The lads looked so vulnerable and of course the losses were graphic and aweful, while at the same time in reflection limited. They showed the weakness in neither having air superiority, nor having an effective sub radar AA barrage against jet fighter-bomber attack.
Emotions were all nerves in our household. So far away in the lap of the gods. At no point did the British Command show an arrogance in underestimating the enemy completely, but when they did make mistakes as in the failed bombing of Stanley air base or the bungled landing of the Welsh Gaurds, then the enemy gave the task force a bitter bloody nose. It was a brutal, remote and stark war with much undeserved pain and loss on both sides.
However once the Marines, the Paras and the Gurkhas in particular were landed then there was an inevitability that scared conscripts in their trenches would capitulate to literally blood thirsty psychopaths with grenades and bayonets ready for close quarter combat.
What right did the Juanta have to invade and what right do the UK have to their Falklands on going?
Ironically we had another neighbour who was argentinian and a friend up the road who was also a national, both wives of brits. They could have both gazed out of the window to see the only nuclear submarine ever to fly the Jolly Roger pirate flag as a sign of a "kill" as she steamed up the clyde after the conflict was over.
Porcshe was one and Estella was the other argie bargie caught in an ideological nightmare of geography. The former was I believe of Italian and German family, Estella was more hispanic but maybe she had some italian too in her blood. What right then did the ancestors of these typical Argie nationals have to a land of Pampas once inhabited by native peoples? Or to the whom should Terra del Fuego belong?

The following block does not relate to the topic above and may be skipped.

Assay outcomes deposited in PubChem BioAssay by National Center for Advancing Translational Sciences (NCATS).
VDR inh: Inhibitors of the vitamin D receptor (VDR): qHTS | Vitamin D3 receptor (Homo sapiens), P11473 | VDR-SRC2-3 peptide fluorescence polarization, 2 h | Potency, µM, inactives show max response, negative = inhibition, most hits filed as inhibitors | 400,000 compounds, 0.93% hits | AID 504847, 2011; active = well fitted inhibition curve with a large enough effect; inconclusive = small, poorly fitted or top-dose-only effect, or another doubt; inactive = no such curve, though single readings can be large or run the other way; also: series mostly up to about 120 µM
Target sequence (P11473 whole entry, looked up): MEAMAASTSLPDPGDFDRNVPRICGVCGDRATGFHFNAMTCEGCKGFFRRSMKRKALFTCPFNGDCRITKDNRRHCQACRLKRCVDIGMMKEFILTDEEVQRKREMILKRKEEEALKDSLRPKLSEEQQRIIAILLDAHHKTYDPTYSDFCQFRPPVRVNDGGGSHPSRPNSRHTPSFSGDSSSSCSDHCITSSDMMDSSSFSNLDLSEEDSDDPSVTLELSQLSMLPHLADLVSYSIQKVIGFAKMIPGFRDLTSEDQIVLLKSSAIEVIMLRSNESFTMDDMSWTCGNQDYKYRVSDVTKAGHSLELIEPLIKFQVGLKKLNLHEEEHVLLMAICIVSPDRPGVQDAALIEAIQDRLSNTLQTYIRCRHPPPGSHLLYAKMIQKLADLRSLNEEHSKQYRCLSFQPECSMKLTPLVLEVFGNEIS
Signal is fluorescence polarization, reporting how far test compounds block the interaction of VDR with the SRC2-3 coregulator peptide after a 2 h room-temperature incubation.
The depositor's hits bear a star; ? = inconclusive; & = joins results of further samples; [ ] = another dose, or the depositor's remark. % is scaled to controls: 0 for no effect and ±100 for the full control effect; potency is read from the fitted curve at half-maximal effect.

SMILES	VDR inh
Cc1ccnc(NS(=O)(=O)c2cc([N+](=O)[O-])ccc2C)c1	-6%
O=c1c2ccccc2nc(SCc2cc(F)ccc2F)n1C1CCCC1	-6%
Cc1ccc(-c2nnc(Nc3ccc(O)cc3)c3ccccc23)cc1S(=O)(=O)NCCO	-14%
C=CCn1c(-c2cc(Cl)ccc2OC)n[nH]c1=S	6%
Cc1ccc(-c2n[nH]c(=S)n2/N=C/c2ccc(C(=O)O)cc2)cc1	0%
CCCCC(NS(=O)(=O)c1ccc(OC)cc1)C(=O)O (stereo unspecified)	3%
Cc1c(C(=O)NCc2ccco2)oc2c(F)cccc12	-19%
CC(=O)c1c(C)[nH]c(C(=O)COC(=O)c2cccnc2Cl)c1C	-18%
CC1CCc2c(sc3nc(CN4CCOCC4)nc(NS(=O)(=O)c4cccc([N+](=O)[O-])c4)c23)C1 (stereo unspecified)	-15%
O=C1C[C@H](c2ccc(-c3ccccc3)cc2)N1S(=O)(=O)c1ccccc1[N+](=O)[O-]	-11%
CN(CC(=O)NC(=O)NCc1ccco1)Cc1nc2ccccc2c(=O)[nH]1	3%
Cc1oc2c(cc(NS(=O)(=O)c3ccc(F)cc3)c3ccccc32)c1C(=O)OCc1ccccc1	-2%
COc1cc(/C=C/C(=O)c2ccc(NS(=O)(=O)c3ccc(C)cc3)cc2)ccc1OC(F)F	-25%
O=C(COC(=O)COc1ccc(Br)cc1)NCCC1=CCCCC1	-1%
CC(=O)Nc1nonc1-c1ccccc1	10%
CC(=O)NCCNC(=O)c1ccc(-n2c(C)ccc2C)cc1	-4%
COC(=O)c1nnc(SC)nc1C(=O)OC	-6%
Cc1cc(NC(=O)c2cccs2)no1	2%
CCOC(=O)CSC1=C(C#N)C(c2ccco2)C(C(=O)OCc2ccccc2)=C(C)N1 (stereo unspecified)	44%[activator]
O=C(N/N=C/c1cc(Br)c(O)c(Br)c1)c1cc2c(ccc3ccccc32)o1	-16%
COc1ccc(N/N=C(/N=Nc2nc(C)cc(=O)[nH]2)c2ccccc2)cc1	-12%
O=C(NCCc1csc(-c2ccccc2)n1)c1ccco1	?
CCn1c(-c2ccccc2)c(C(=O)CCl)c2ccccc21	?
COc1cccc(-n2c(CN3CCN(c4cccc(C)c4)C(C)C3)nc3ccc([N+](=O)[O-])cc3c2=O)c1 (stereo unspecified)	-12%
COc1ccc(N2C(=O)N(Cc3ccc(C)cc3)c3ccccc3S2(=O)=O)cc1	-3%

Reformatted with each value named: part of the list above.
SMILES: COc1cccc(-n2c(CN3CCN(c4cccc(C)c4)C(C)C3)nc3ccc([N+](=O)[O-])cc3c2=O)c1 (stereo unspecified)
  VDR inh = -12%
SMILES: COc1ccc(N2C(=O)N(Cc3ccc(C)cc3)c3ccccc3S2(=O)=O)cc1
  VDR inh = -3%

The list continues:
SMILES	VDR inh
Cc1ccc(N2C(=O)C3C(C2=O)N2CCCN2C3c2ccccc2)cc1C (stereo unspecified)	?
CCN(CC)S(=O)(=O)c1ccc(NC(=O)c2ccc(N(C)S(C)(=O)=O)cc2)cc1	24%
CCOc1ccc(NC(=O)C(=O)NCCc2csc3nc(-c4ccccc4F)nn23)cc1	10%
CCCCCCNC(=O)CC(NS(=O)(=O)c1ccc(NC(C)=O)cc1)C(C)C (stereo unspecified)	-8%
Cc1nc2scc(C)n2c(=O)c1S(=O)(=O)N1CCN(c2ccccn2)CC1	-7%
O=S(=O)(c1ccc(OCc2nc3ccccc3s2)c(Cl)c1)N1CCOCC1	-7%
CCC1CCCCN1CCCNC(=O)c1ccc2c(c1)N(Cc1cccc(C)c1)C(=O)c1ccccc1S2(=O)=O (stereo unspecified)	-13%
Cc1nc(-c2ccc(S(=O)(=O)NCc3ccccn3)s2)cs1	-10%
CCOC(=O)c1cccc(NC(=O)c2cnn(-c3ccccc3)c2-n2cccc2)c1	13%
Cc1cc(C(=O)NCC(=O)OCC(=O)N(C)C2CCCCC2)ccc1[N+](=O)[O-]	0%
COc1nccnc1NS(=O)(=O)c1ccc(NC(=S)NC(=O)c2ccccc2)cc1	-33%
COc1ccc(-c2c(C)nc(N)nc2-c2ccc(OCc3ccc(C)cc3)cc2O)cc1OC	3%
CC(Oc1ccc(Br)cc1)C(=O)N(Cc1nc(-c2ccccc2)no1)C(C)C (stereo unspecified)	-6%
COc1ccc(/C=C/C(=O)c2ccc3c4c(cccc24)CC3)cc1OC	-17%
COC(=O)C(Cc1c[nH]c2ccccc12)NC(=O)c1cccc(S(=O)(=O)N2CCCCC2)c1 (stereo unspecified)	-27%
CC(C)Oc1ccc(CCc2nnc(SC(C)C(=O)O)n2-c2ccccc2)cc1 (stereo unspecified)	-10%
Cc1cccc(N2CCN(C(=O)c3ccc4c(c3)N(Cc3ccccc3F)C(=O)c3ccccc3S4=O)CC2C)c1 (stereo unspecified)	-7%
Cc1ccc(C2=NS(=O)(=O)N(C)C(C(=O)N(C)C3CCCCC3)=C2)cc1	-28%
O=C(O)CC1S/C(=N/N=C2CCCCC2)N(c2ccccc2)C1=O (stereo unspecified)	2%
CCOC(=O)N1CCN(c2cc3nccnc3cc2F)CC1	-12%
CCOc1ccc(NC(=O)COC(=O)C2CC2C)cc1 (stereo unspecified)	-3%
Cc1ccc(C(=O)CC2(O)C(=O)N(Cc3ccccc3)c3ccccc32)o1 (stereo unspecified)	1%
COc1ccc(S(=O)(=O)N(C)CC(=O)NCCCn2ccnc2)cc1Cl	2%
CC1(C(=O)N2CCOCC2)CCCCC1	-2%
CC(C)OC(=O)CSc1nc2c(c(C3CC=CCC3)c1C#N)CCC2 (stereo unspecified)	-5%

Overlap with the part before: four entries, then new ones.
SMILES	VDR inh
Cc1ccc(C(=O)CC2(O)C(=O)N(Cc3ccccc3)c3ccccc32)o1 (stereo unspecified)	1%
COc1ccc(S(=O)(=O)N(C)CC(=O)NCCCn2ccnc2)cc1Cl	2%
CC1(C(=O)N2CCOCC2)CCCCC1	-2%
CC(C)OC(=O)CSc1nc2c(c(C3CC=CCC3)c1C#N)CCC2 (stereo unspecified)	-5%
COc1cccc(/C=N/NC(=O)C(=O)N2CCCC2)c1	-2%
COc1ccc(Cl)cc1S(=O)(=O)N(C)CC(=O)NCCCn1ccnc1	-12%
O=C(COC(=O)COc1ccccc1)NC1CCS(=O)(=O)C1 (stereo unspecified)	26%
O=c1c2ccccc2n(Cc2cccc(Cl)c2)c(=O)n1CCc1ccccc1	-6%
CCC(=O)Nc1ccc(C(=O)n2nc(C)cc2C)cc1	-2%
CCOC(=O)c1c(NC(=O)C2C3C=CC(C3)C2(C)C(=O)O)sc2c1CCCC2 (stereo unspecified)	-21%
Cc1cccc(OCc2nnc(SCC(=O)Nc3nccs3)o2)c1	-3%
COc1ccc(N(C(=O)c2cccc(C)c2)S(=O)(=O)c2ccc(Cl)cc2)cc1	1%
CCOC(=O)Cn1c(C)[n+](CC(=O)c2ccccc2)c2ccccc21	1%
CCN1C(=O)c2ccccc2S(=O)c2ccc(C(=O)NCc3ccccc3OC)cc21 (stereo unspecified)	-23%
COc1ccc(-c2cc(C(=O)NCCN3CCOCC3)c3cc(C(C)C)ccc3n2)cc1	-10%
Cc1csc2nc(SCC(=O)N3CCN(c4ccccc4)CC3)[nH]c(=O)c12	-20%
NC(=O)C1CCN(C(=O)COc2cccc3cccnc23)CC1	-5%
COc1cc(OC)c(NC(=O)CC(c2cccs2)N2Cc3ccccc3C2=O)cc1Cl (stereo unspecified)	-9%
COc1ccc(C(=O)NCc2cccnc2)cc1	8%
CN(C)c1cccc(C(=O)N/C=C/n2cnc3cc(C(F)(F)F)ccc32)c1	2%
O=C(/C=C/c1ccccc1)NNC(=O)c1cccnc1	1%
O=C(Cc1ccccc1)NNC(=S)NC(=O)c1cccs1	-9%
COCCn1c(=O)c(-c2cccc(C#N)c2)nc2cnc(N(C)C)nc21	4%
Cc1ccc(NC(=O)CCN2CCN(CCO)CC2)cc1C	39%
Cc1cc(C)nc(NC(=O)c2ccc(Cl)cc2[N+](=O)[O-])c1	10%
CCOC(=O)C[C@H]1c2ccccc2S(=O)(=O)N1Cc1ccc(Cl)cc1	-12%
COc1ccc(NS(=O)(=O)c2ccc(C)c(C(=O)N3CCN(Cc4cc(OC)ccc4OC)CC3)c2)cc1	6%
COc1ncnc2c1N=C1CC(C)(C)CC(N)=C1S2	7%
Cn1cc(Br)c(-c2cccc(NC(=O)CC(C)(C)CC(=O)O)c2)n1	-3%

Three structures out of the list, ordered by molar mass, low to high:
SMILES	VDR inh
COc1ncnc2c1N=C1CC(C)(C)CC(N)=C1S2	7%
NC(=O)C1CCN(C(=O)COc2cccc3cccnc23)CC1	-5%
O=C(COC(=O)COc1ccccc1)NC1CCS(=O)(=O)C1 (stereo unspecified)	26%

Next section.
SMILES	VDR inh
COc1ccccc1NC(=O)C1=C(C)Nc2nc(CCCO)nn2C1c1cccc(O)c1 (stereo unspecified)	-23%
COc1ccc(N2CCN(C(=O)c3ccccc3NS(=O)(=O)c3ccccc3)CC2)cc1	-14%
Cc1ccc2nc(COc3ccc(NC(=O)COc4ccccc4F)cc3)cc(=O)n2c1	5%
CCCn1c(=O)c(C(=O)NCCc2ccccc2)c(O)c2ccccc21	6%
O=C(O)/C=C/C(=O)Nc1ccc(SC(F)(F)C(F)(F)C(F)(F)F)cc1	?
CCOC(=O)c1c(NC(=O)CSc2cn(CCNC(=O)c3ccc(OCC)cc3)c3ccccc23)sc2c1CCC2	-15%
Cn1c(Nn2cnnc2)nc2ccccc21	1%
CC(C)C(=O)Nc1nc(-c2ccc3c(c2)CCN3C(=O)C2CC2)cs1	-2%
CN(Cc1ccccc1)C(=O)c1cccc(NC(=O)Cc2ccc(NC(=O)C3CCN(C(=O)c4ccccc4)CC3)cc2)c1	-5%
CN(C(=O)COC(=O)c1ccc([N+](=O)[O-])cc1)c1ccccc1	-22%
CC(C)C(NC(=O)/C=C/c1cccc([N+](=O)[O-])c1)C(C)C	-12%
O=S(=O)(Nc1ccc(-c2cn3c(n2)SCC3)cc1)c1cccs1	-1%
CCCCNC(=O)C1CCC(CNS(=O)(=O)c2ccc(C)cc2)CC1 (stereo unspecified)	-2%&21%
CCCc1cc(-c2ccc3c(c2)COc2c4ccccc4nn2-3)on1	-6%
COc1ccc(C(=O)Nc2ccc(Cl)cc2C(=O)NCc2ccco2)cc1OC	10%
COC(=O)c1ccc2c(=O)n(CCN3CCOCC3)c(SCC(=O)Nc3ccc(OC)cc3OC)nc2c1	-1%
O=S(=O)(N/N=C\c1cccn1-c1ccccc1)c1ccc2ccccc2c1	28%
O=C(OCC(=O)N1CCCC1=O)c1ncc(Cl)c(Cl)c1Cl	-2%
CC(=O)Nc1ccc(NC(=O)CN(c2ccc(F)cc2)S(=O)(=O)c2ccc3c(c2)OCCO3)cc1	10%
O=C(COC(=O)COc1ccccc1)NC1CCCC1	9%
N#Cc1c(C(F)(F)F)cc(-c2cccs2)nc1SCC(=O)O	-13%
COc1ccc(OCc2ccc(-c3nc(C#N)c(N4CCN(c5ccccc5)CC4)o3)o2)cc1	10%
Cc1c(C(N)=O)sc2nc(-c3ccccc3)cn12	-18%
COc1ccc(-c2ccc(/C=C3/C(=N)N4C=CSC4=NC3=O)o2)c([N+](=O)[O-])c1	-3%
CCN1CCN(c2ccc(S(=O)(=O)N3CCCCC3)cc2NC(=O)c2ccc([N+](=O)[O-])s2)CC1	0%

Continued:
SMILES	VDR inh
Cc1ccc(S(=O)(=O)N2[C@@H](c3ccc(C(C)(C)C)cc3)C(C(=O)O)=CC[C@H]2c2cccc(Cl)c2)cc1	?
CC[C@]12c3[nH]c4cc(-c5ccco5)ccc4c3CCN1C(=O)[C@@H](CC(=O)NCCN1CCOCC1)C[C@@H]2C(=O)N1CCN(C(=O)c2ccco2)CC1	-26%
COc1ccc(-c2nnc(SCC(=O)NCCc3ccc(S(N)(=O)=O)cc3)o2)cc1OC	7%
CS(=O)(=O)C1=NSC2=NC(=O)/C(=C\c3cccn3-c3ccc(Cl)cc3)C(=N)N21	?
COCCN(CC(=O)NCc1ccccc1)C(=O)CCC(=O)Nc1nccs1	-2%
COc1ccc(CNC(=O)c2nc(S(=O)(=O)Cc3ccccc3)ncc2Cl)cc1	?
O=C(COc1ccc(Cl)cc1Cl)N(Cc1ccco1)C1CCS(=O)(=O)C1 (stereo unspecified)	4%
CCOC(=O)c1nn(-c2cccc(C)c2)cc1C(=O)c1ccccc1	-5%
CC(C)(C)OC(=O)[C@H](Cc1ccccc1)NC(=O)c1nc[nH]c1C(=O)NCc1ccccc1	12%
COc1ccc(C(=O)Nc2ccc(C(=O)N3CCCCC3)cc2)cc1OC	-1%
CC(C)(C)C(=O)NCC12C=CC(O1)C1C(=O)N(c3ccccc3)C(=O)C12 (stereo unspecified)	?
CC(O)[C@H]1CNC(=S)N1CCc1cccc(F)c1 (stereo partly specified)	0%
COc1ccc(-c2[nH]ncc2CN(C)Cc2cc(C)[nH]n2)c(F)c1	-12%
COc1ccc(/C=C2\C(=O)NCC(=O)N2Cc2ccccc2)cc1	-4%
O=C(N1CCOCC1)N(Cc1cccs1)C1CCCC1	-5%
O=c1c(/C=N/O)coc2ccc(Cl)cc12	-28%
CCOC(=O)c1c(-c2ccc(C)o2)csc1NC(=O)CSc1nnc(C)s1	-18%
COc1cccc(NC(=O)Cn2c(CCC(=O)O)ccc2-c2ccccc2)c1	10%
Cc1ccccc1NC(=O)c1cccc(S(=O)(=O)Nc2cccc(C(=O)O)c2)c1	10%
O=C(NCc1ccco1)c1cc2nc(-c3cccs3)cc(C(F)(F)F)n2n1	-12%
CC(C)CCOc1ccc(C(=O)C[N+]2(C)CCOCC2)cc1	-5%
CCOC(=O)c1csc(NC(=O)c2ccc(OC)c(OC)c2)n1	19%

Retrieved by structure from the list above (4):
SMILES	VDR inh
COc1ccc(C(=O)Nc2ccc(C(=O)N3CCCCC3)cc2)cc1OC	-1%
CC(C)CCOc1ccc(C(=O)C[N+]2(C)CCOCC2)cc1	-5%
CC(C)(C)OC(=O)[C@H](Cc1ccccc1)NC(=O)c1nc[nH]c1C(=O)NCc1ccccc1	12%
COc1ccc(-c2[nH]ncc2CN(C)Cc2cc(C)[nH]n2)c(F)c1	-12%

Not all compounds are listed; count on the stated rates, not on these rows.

The Falklands/Malvinas were up until then of no strategic value to the UK. Even with the oil under their waters, it would take Argentinian cooperation for commercially viable exploitation. Really to Argentina they are of political capital. Why not claim islands 200 nautical miles west of Terra Del Fuego? The UK is locked into its 'Old England Expects', faded imperialist self image and there by defending the inhabitants rights and soveriegnty of the isles which offer little more than sheltered sounds and harbours, uneconomic sheep farming and a staging post for possible oil exploitation.
It is only really Argentina or other south american countries who can utilise the resources economically around these Islands, and the islands themselves offer little more than a helipad-airport transfer lounge, and shelter to supply boats and trawlers in those same bays and sounds which echoed to low level jet attacks, ack-ack, sea wolf missiles and 4 inch frigate guns 32 years ago.
Indeed I propose that had it not been for the arrogant Juntas invasion, the islands may have become disinhabited by the british population and oil exploration would have been a joint issue, with even a potential sale of the whole boggy, barren, outcrop with it's waters once held up as the "TEZ" to the Argies.
War is brutal but not futile, it teaches aggressors that they cannot bully and get away with it. From the Junta in Buenos Aires to Bin Laden's assasination, these victories show the Putins and other bullies around the world that retrobution will come.